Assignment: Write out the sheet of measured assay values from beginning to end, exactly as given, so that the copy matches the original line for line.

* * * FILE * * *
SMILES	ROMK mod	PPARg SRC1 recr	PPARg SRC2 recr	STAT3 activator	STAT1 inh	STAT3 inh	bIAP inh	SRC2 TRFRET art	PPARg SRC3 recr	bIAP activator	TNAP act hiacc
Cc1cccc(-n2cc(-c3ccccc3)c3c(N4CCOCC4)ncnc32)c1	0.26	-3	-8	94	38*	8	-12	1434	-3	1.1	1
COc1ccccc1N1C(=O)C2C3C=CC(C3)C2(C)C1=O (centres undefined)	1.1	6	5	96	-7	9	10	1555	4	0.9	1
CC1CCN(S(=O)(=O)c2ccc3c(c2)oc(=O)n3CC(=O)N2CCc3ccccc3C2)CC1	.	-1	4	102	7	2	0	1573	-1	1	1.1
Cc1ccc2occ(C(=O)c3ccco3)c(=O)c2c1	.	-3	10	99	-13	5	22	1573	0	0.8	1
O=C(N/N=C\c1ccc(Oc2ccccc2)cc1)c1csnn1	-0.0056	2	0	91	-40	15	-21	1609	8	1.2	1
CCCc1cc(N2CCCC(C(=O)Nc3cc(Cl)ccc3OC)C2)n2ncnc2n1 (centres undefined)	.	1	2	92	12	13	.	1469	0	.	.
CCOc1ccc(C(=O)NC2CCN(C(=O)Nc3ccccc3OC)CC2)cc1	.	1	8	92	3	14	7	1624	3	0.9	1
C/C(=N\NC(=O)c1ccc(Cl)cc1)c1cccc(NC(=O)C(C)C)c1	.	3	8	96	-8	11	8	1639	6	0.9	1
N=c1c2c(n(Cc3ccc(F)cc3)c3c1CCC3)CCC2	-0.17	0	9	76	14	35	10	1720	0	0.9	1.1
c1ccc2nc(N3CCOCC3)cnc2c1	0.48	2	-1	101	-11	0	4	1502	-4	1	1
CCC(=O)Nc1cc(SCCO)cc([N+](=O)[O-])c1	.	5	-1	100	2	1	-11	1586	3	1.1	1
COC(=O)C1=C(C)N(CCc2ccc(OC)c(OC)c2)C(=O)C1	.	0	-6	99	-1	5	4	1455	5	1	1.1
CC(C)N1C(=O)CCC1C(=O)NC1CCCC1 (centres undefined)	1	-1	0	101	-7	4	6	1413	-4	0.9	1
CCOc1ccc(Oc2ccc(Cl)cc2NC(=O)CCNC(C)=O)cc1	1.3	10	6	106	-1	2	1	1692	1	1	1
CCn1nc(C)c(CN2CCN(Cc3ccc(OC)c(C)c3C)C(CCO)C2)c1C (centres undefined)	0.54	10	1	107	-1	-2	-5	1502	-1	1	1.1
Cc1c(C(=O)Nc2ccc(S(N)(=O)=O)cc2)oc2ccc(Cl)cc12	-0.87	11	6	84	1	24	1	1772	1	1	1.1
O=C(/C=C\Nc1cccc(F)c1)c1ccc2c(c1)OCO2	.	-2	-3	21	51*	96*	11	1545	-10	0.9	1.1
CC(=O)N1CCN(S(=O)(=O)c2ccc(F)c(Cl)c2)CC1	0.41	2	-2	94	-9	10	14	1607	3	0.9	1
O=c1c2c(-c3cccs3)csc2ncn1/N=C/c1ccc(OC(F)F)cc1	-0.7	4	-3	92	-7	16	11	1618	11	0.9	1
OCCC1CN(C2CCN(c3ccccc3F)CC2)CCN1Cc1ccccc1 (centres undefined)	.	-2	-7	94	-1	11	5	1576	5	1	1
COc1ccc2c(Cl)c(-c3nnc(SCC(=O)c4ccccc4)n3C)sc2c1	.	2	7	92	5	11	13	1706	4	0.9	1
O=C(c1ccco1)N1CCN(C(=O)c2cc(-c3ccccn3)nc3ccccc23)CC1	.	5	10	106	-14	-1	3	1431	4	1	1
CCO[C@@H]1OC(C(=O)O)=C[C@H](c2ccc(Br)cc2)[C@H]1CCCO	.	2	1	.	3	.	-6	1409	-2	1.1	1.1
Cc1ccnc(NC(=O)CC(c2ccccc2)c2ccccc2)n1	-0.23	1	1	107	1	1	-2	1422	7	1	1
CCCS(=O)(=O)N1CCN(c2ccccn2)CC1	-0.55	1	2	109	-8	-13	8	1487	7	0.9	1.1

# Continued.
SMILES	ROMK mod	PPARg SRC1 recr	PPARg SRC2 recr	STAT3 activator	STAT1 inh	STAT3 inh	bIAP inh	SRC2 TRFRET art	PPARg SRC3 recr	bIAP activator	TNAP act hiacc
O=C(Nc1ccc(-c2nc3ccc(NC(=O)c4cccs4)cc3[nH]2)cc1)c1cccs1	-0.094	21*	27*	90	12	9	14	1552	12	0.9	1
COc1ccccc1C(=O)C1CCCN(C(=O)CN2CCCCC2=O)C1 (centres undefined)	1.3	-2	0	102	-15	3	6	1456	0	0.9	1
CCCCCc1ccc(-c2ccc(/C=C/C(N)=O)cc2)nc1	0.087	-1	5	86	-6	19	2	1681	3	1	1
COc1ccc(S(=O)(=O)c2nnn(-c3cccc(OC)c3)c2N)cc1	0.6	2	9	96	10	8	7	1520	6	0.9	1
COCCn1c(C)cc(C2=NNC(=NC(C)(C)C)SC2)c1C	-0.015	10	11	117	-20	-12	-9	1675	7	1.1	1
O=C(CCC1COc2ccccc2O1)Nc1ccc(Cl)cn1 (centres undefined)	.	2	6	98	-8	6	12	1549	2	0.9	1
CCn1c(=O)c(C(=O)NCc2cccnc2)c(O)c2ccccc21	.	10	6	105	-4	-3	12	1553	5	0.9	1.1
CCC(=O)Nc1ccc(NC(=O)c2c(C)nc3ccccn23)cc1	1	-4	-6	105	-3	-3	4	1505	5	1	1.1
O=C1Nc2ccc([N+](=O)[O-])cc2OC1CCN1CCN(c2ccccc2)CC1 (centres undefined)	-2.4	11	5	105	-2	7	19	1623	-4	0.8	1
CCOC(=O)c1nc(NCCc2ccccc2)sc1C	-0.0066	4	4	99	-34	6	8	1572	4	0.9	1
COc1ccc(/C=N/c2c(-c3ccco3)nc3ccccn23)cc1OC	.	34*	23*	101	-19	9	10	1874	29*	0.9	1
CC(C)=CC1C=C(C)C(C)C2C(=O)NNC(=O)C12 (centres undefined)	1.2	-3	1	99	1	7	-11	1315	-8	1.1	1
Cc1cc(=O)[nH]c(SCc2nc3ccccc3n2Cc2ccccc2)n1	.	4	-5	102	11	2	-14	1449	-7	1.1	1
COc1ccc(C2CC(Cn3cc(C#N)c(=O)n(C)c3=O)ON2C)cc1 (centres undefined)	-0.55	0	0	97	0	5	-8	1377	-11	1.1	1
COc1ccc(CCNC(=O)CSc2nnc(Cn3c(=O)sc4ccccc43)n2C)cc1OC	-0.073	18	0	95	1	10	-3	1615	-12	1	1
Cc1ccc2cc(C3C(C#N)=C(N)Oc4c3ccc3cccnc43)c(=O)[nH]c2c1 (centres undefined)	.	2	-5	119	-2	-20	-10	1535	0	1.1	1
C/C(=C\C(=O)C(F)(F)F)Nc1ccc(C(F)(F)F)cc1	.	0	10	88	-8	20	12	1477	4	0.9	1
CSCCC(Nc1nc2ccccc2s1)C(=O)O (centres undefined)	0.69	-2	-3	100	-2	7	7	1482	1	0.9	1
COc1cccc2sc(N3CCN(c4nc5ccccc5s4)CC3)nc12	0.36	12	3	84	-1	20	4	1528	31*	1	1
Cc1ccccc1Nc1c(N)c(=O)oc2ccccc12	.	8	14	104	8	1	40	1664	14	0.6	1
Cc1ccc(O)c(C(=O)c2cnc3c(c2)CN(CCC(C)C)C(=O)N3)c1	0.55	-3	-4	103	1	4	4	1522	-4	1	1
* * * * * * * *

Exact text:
SMILES	ROMK mod	PPARg SRC1 recr	PPARg SRC2 recr	STAT3 activator	STAT1 inh	STAT3 inh	bIAP inh	SRC2 TRFRET art	PPARg SRC3 recr	bIAP activator	TNAP act hiacc
Cc1cccc(-n2cc(-c3ccccc3)c3c(N4CCOCC4)ncnc32)c1	0.26	-3	-8	94	38*	8	-12	1434	-3	1.1	1
COc1ccccc1N1C(=O)C2C3C=CC(C3)C2(C)C1=O (centres undefined)	1.1	6	5	96	-7	9	10	1555	4	0.9	1
CC1CCN(S(=O)(=O)c2ccc3c(c2)oc(=O)n3CC(=O)N2CCc3ccccc3C2)CC1	.	-1	4	102	7	2	0	1573	-1	1	1.1
Cc1ccc2occ(C(=O)c3ccco3)c(=O)c2c1	.	-3	10	99	-13	5	22	1573	0	0.8	1
O=C(N/N=C\c1ccc(Oc2ccccc2)cc1)c1csnn1	-0.0056	2	0	91	-40	15	-21	1609	8	1.2	1
CCCc1cc(N2CCCC(C(=O)Nc3cc(Cl)ccc3OC)C2)n2ncnc2n1 (centres undefined)	.	1	2	92	12	13	.	1469	0	.	.
CCOc1ccc(C(=O)NC2CCN(C(=O)Nc3ccccc3OC)CC2)cc1	.	1	8	92	3	14	7	1624	3	0.9	1
C/C(=N\NC(=O)c1ccc(Cl)cc1)c1cccc(NC(=O)C(C)C)c1	.	3	8	96	-8	11	8	1639	6	0.9	1
N=c1c2c(n(Cc3ccc(F)cc3)c3c1CCC3)CCC2	-0.17	0	9	76	14	35	10	1720	0	0.9	1.1
c1ccc2nc(N3CCOCC3)cnc2c1	0.48	2	-1	101	-11	0	4	1502	-4	1	1
CCC(=O)Nc1cc(SCCO)cc([N+](=O)[O-])c1	.	5	-1	100	2	1	-11	1586	3	1.1	1
COC(=O)C1=C(C)N(CCc2ccc(OC)c(OC)c2)C(=O)C1	.	0	-6	99	-1	5	4	1455	5	1	1.1
CC(C)N1C(=O)CCC1C(=O)NC1CCCC1 (centres undefined)	1	-1	0	101	-7	4	6	1413	-4	0.9	1
CCOc1ccc(Oc2ccc(Cl)cc2NC(=O)CCNC(C)=O)cc1	1.3	10	6	106	-1	2	1	1692	1	1	1
CCn1nc(C)c(CN2CCN(Cc3ccc(OC)c(C)c3C)C(CCO)C2)c1C (centres undefined)	0.54	10	1	107	-1	-2	-5	1502	-1	1	1.1
Cc1c(C(=O)Nc2ccc(S(N)(=O)=O)cc2)oc2ccc(Cl)cc12	-0.87	11	6	84	1	24	1	1772	1	1	1.1
O=C(/C=C\Nc1cccc(F)c1)c1ccc2c(c1)OCO2	.	-2	-3	21	51*	96*	11	1545	-10	0.9	1.1
CC(=O)N1CCN(S(=O)(=O)c2ccc(F)c(Cl)c2)CC1	0.41	2	-2	94	-9	10	14	1607	3	0.9	1
O=c1c2c(-c3cccs3)csc2ncn1/N=C/c1ccc(OC(F)F)cc1	-0.7	4	-3	92	-7	16	11	1618	11	0.9	1
OCCC1CN(C2CCN(c3ccccc3F)CC2)CCN1Cc1ccccc1 (centres undefined)	.	-2	-7	94	-1	11	5	1576	5	1	1
COc1ccc2c(Cl)c(-c3nnc(SCC(=O)c4ccccc4)n3C)sc2c1	.	2	7	92	5	11	13	1706	4	0.9	1
O=C(c1ccco1)N1CCN(C(=O)c2cc(-c3ccccn3)nc3ccccc23)CC1	.	5	10	106	-14	-1	3	1431	4	1	1
CCO[C@@H]1OC(C(=O)O)=C[C@H](c2ccc(Br)cc2)[C@H]1CCCO	.	2	1	.	3	.	-6	1409	-2	1.1	1.1
Cc1ccnc(NC(=O)CC(c2ccccc2)c2ccccc2)n1	-0.23	1	1	107	1	1	-2	1422	7	1	1
CCCS(=O)(=O)N1CCN(c2ccccn2)CC1	-0.55	1	2	109	-8	-13	8	1487	7	0.9	1.1

# Continued.
SMILES	ROMK mod	PPARg SRC1 recr	PPARg SRC2 recr	STAT3 activator	STAT1 inh	STAT3 inh	bIAP inh	SRC2 TRFRET art	PPARg SRC3 recr	bIAP activator	TNAP act hiacc
O=C(Nc1ccc(-c2nc3ccc(NC(=O)c4cccs4)cc3[nH]2)cc1)c1cccs1	-0.094	21*	27*	90	12	9	14	1552	12	0.9	1
COc1ccccc1C(=O)C1CCCN(C(=O)CN2CCCCC2=O)C1 (centres undefined)	1.3	-2	0	102	-15	3	6	1456	0	0.9	1
CCCCCc1ccc(-c2ccc(/C=C/C(N)=O)cc2)nc1	0.087	-1	5	86	-6	19	2	1681	3	1	1
COc1ccc(S(=O)(=O)c2nnn(-c3cccc(OC)c3)c2N)cc1	0.6	2	9	96	10	8	7	1520	6	0.9	1
COCCn1c(C)cc(C2=NNC(=NC(C)(C)C)SC2)c1C	-0.015	10	11	117	-20	-12	-9	1675	7	1.1	1
O=C(CCC1COc2ccccc2O1)Nc1ccc(Cl)cn1 (centres undefined)	.	2	6	98	-8	6	12	1549	2	0.9	1
CCn1c(=O)c(C(=O)NCc2cccnc2)c(O)c2ccccc21	.	10	6	105	-4	-3	12	1553	5	0.9	1.1
CCC(=O)Nc1ccc(NC(=O)c2c(C)nc3ccccn23)cc1	1	-4	-6	105	-3	-3	4	1505	5	1	1.1
O=C1Nc2ccc([N+](=O)[O-])cc2OC1CCN1CCN(c2ccccc2)CC1 (centres undefined)	-2.4	11	5	105	-2	7	19	1623	-4	0.8	1
CCOC(=O)c1nc(NCCc2ccccc2)sc1C	-0.0066	4	4	99	-34	6	8	1572	4	0.9	1
COc1ccc(/C=N/c2c(-c3ccco3)nc3ccccn23)cc1OC	.	34*	23*	101	-19	9	10	1874	29*	0.9	1
CC(C)=CC1C=C(C)C(C)C2C(=O)NNC(=O)C12 (centres undefined)	1.2	-3	1	99	1	7	-11	1315	-8	1.1	1
Cc1cc(=O)[nH]c(SCc2nc3ccccc3n2Cc2ccccc2)n1	.	4	-5	102	11	2	-14	1449	-7	1.1	1
COc1ccc(C2CC(Cn3cc(C#N)c(=O)n(C)c3=O)ON2C)cc1 (centres undefined)	-0.55	0	0	97	0	5	-8	1377	-11	1.1	1
COc1ccc(CCNC(=O)CSc2nnc(Cn3c(=O)sc4ccccc43)n2C)cc1OC	-0.073	18	0	95	1	10	-3	1615	-12	1	1
Cc1ccc2cc(C3C(C#N)=C(N)Oc4c3ccc3cccnc43)c(=O)[nH]c2c1 (centres undefined)	.	2	-5	119	-2	-20	-10	1535	0	1.1	1
C/C(=C\C(=O)C(F)(F)F)Nc1ccc(C(F)(F)F)cc1	.	0	10	88	-8	20	12	1477	4	0.9	1
CSCCC(Nc1nc2ccccc2s1)C(=O)O (centres undefined)	0.69	-2	-3	100	-2	7	7	1482	1	0.9	1
COc1cccc2sc(N3CCN(c4nc5ccccc5s4)CC3)nc12	0.36	12	3	84	-1	20	4	1528	31*	1	1
Cc1ccccc1Nc1c(N)c(=O)oc2ccccc12	.	8	14	104	8	1	40	1664	14	0.6	1
Cc1ccc(O)c(C(=O)c2cnc3c(c2)CN(CCC(C)C)C(=O)N3)c1	0.55	-3	-4	103	1	4	4	1522	-4	1	1